County emergency officials are trying to bring emergency operations plans “up to speed,” which is one of the main goals of the exercise, said Wade.
“We’ve been doing the earthquake planning for several years now, and it even helped us back during the ice storm … and also during this recent flooding,” Wade said.
One possible danger to Land Between the Lakes could be the TransCanada pipeline, which carries natural gas and goes through the northern part of LBL. Wade said if that pipe ruptured in an earthquake, they would probably have to let it burn rather than cause an explosion due to gas buildup.
He also said that if everything on the pipeline is working properly, cutoff valves would shut off the flow of gas in the pipeline in the event of a rupture.
Among the scenarios considered was the problem of debris from a collapsing bridge damming one of the rivers, causing flooding, said Wade, who stressed that he was talking about flowing rivers, not Lake Barkley or Kentucky Lake.
One of the discussions centered around how communities would sustain sheltering activities for a year after the earthquake, how they would rebuild their infrastructure, and whether or not local businesses would be able to help.
The soil in Trigg County is largely limestone-based, so there would be shaking, but it isn’t like the soil in cities and counties nearer to the Mississippi, which is softer and more prone to liquefaction in the event of an earthquake, said Wade. Liquefaction occurs when soil loses its strength in an earthquake, which causes anything above that soil to sink.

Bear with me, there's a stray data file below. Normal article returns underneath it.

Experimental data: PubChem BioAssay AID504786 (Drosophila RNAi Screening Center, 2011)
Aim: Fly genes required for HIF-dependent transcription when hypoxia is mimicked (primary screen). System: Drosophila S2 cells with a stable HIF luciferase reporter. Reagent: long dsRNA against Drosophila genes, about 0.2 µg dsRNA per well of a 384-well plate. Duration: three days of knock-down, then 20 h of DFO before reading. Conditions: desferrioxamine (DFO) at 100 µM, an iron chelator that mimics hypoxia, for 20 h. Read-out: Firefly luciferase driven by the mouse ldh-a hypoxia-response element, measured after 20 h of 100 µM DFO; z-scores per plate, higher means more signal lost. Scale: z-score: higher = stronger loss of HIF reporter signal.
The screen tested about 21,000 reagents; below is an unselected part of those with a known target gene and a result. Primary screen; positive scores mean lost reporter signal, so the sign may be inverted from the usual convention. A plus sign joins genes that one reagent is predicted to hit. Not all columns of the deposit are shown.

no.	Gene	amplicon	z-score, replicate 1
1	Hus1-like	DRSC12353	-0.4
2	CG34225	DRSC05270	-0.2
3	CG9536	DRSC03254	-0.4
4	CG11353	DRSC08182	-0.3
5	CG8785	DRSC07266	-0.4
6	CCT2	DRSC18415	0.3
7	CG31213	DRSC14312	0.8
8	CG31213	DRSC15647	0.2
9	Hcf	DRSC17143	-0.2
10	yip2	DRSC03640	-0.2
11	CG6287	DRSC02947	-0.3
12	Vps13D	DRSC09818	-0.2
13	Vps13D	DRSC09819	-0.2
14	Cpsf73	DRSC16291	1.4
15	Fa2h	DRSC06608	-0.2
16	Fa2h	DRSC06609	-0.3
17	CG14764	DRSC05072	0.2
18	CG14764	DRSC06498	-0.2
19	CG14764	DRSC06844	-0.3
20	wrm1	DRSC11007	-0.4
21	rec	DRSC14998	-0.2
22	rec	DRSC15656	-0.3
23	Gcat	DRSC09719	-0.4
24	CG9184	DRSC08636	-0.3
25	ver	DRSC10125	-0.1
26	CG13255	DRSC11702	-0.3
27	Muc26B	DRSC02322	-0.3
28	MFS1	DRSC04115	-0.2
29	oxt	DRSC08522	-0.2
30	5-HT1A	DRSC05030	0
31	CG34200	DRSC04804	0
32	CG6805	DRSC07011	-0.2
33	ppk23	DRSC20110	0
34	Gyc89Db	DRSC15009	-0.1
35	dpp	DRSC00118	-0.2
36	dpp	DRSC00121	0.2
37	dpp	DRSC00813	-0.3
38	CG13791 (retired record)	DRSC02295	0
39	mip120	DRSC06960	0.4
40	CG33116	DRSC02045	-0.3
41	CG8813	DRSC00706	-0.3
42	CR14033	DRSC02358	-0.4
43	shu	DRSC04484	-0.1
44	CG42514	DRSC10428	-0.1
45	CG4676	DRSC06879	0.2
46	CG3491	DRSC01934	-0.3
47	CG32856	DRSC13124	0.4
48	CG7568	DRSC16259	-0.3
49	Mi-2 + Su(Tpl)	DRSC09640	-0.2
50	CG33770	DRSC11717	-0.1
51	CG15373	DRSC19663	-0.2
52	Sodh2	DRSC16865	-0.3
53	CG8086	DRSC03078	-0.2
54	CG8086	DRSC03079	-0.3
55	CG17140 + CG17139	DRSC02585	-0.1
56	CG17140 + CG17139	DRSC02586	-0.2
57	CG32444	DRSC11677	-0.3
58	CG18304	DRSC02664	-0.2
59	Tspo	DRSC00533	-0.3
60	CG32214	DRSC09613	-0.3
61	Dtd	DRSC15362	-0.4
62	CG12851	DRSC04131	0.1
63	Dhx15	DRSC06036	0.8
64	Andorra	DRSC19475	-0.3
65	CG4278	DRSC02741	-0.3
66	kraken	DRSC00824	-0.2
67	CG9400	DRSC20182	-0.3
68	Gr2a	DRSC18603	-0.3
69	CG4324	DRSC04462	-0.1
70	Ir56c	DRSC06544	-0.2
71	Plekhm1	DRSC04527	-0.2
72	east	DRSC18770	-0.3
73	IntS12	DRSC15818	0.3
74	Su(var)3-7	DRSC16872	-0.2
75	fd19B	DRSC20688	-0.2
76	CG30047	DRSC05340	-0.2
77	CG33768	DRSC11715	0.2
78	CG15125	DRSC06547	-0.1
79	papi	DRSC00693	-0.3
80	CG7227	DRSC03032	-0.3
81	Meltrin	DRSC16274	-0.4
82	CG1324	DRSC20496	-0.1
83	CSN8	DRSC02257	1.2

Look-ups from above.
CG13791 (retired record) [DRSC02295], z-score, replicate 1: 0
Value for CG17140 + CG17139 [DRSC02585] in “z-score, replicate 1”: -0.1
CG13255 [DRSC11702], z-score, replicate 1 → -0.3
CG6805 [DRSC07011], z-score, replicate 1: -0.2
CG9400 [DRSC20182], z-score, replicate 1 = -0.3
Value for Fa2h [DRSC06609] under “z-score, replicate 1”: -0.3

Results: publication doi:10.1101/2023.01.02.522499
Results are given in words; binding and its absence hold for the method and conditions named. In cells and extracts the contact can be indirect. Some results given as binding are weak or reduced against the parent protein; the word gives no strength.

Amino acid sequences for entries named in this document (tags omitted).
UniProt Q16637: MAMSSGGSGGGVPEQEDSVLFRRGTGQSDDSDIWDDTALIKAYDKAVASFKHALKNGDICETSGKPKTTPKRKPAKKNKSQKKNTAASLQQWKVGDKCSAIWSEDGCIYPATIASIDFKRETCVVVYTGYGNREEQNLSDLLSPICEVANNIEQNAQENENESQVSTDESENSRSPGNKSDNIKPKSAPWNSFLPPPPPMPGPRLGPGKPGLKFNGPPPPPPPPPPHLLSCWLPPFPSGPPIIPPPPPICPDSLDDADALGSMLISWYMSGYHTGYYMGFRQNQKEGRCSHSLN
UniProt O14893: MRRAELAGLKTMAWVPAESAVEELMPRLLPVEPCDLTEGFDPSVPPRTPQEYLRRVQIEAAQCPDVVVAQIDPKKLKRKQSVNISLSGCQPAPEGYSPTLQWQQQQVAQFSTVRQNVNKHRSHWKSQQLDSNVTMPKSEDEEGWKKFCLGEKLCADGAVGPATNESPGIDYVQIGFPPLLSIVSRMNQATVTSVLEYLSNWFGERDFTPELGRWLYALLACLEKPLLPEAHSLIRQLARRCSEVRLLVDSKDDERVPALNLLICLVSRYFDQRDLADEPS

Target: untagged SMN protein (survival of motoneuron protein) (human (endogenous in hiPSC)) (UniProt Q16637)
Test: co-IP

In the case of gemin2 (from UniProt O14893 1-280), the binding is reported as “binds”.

As a result, a large part of the exercise in Trigg County focused not on earthquake damages within the county, but on damages to neighboring counties and our ability to take in refuges from those counties to the west, Wade said.
“They would be evacuating their people out of that area and coming up here, and we would be opening up shelters and also looking for long term housing for those folks,” Wade said. “We’re talking about total devastation over in the western counties.”
Trigg County Emergency Management would work directly with the Red Cross and the Trigg County Health Department in setting up those shelters, said Wade.
“We will help out in any way we can,” said Trigg County Sheriff Ray Burnam. He also said that while they didn’t play an active role in the exercise, they were asked if they would be able to commit any deputies to the western counties in the event of an earthquake.
Burnam added that he probably wouldn’t be able to commit any deputies to those counties without risking security here, and that he they would probably need to step up patrols because of the influx of refugees.
Matt Ladd, director of operations for Trigg County Schools, said that the district didn’t participate too heavily in the NLE last week, as they participated in a tabletop exercise on the subject in April. However, they did answer questions posed to them by Wade this past week, he stated.
Ladd said the buildings would probably withstand most earthquakes and that they’re required to look at how resistant a building is every time they renovate it.
John Jordan, administrator for the Lake Barkley State Resort Park, thinks the main structures at the park should be fairly resistant to earthquakes, especially since they’re pretty sturdy and most of them aren’t very tall.